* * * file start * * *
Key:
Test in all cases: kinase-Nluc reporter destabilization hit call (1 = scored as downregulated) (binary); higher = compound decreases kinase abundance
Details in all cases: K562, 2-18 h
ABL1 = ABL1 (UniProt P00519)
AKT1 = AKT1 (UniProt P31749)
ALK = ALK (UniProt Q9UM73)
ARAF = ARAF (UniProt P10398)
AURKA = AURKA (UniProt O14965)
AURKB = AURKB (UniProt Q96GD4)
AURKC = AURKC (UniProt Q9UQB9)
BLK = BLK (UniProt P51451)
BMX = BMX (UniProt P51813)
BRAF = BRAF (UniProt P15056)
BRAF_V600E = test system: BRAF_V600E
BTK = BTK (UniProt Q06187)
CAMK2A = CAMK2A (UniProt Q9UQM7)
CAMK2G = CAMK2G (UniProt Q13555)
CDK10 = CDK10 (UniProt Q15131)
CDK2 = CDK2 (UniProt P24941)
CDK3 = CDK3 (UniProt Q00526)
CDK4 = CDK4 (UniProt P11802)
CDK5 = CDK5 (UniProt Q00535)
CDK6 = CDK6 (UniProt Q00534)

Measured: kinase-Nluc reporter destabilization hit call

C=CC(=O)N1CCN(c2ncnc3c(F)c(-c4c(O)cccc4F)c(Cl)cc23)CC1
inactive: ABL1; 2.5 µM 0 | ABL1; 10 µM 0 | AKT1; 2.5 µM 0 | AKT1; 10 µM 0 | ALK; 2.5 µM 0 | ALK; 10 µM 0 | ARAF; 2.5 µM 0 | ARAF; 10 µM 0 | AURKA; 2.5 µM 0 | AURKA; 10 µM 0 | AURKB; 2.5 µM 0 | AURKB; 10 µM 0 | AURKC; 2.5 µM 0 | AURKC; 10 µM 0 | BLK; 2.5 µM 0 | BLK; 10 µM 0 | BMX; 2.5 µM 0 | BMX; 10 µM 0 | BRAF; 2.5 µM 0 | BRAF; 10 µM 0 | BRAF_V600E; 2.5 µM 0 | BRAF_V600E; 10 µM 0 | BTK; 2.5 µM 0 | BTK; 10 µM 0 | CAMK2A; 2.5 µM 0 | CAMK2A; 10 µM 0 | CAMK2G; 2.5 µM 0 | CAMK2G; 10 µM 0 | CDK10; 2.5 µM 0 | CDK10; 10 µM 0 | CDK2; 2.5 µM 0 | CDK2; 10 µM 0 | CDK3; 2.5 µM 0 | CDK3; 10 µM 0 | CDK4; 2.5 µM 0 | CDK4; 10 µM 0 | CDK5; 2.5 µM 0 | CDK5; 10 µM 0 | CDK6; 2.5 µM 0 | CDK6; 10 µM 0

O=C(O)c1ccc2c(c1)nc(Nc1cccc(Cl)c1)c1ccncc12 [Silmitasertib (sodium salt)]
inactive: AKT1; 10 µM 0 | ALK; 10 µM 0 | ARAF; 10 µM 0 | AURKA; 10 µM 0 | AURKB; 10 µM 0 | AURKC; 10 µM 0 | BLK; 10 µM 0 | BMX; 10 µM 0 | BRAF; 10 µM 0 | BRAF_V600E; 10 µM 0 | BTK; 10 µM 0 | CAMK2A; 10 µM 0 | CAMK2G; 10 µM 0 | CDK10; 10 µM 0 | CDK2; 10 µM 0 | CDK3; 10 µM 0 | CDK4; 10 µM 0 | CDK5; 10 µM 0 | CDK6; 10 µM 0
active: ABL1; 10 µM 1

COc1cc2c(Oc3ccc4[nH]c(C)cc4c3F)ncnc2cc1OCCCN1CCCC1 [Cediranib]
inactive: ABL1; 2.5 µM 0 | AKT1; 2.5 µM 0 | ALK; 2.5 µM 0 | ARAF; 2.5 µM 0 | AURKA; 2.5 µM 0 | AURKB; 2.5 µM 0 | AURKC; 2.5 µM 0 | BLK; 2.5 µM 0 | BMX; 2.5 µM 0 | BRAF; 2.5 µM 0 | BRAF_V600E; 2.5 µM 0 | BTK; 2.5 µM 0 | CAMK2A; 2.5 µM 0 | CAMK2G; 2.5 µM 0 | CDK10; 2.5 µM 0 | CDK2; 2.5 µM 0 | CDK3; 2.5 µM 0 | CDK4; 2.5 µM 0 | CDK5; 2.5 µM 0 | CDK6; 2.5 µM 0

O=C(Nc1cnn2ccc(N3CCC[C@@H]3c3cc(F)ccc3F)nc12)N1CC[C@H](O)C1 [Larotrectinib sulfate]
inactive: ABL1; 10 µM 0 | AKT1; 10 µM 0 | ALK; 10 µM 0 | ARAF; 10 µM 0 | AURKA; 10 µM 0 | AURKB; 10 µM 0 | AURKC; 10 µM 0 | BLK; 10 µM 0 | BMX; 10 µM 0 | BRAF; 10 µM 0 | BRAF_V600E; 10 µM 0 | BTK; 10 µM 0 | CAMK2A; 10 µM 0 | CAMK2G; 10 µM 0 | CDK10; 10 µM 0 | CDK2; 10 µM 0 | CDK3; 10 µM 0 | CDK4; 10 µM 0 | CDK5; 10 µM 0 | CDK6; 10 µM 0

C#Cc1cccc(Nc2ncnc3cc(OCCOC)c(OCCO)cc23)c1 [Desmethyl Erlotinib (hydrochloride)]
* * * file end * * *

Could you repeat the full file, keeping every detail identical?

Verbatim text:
Key:
Test in all cases: kinase-Nluc reporter destabilization hit call (1 = scored as downregulated) (binary); higher = compound decreases kinase abundance
Details in all cases: K562, 2-18 h
ABL1 = ABL1 (UniProt P00519)
AKT1 = AKT1 (UniProt P31749)
ALK = ALK (UniProt Q9UM73)
ARAF = ARAF (UniProt P10398)
AURKA = AURKA (UniProt O14965)
AURKB = AURKB (UniProt Q96GD4)
AURKC = AURKC (UniProt Q9UQB9)
BLK = BLK (UniProt P51451)
BMX = BMX (UniProt P51813)
BRAF = BRAF (UniProt P15056)
BRAF_V600E = test system: BRAF_V600E
BTK = BTK (UniProt Q06187)
CAMK2A = CAMK2A (UniProt Q9UQM7)
CAMK2G = CAMK2G (UniProt Q13555)
CDK10 = CDK10 (UniProt Q15131)
CDK2 = CDK2 (UniProt P24941)
CDK3 = CDK3 (UniProt Q00526)
CDK4 = CDK4 (UniProt P11802)
CDK5 = CDK5 (UniProt Q00535)
CDK6 = CDK6 (UniProt Q00534)

Measured: kinase-Nluc reporter destabilization hit call

C=CC(=O)N1CCN(c2ncnc3c(F)c(-c4c(O)cccc4F)c(Cl)cc23)CC1
inactive: ABL1; 2.5 µM 0 | ABL1; 10 µM 0 | AKT1; 2.5 µM 0 | AKT1; 10 µM 0 | ALK; 2.5 µM 0 | ALK; 10 µM 0 | ARAF; 2.5 µM 0 | ARAF; 10 µM 0 | AURKA; 2.5 µM 0 | AURKA; 10 µM 0 | AURKB; 2.5 µM 0 | AURKB; 10 µM 0 | AURKC; 2.5 µM 0 | AURKC; 10 µM 0 | BLK; 2.5 µM 0 | BLK; 10 µM 0 | BMX; 2.5 µM 0 | BMX; 10 µM 0 | BRAF; 2.5 µM 0 | BRAF; 10 µM 0 | BRAF_V600E; 2.5 µM 0 | BRAF_V600E; 10 µM 0 | BTK; 2.5 µM 0 | BTK; 10 µM 0 | CAMK2A; 2.5 µM 0 | CAMK2A; 10 µM 0 | CAMK2G; 2.5 µM 0 | CAMK2G; 10 µM 0 | CDK10; 2.5 µM 0 | CDK10; 10 µM 0 | CDK2; 2.5 µM 0 | CDK2; 10 µM 0 | CDK3; 2.5 µM 0 | CDK3; 10 µM 0 | CDK4; 2.5 µM 0 | CDK4; 10 µM 0 | CDK5; 2.5 µM 0 | CDK5; 10 µM 0 | CDK6; 2.5 µM 0 | CDK6; 10 µM 0

O=C(O)c1ccc2c(c1)nc(Nc1cccc(Cl)c1)c1ccncc12 [Silmitasertib (sodium salt)]
inactive: AKT1; 10 µM 0 | ALK; 10 µM 0 | ARAF; 10 µM 0 | AURKA; 10 µM 0 | AURKB; 10 µM 0 | AURKC; 10 µM 0 | BLK; 10 µM 0 | BMX; 10 µM 0 | BRAF; 10 µM 0 | BRAF_V600E; 10 µM 0 | BTK; 10 µM 0 | CAMK2A; 10 µM 0 | CAMK2G; 10 µM 0 | CDK10; 10 µM 0 | CDK2; 10 µM 0 | CDK3; 10 µM 0 | CDK4; 10 µM 0 | CDK5; 10 µM 0 | CDK6; 10 µM 0
active: ABL1; 10 µM 1

COc1cc2c(Oc3ccc4[nH]c(C)cc4c3F)ncnc2cc1OCCCN1CCCC1 [Cediranib]
inactive: ABL1; 2.5 µM 0 | AKT1; 2.5 µM 0 | ALK; 2.5 µM 0 | ARAF; 2.5 µM 0 | AURKA; 2.5 µM 0 | AURKB; 2.5 µM 0 | AURKC; 2.5 µM 0 | BLK; 2.5 µM 0 | BMX; 2.5 µM 0 | BRAF; 2.5 µM 0 | BRAF_V600E; 2.5 µM 0 | BTK; 2.5 µM 0 | CAMK2A; 2.5 µM 0 | CAMK2G; 2.5 µM 0 | CDK10; 2.5 µM 0 | CDK2; 2.5 µM 0 | CDK3; 2.5 µM 0 | CDK4; 2.5 µM 0 | CDK5; 2.5 µM 0 | CDK6; 2.5 µM 0

O=C(Nc1cnn2ccc(N3CCC[C@@H]3c3cc(F)ccc3F)nc12)N1CC[C@H](O)C1 [Larotrectinib sulfate]
inactive: ABL1; 10 µM 0 | AKT1; 10 µM 0 | ALK; 10 µM 0 | ARAF; 10 µM 0 | AURKA; 10 µM 0 | AURKB; 10 µM 0 | AURKC; 10 µM 0 | BLK; 10 µM 0 | BMX; 10 µM 0 | BRAF; 10 µM 0 | BRAF_V600E; 10 µM 0 | BTK; 10 µM 0 | CAMK2A; 10 µM 0 | CAMK2G; 10 µM 0 | CDK10; 10 µM 0 | CDK2; 10 µM 0 | CDK3; 10 µM 0 | CDK4; 10 µM 0 | CDK5; 10 µM 0 | CDK6; 10 µM 0

C#Cc1cccc(Nc2ncnc3cc(OCCOC)c(OCCO)cc23)c1 [Desmethyl Erlotinib (hydrochloride)]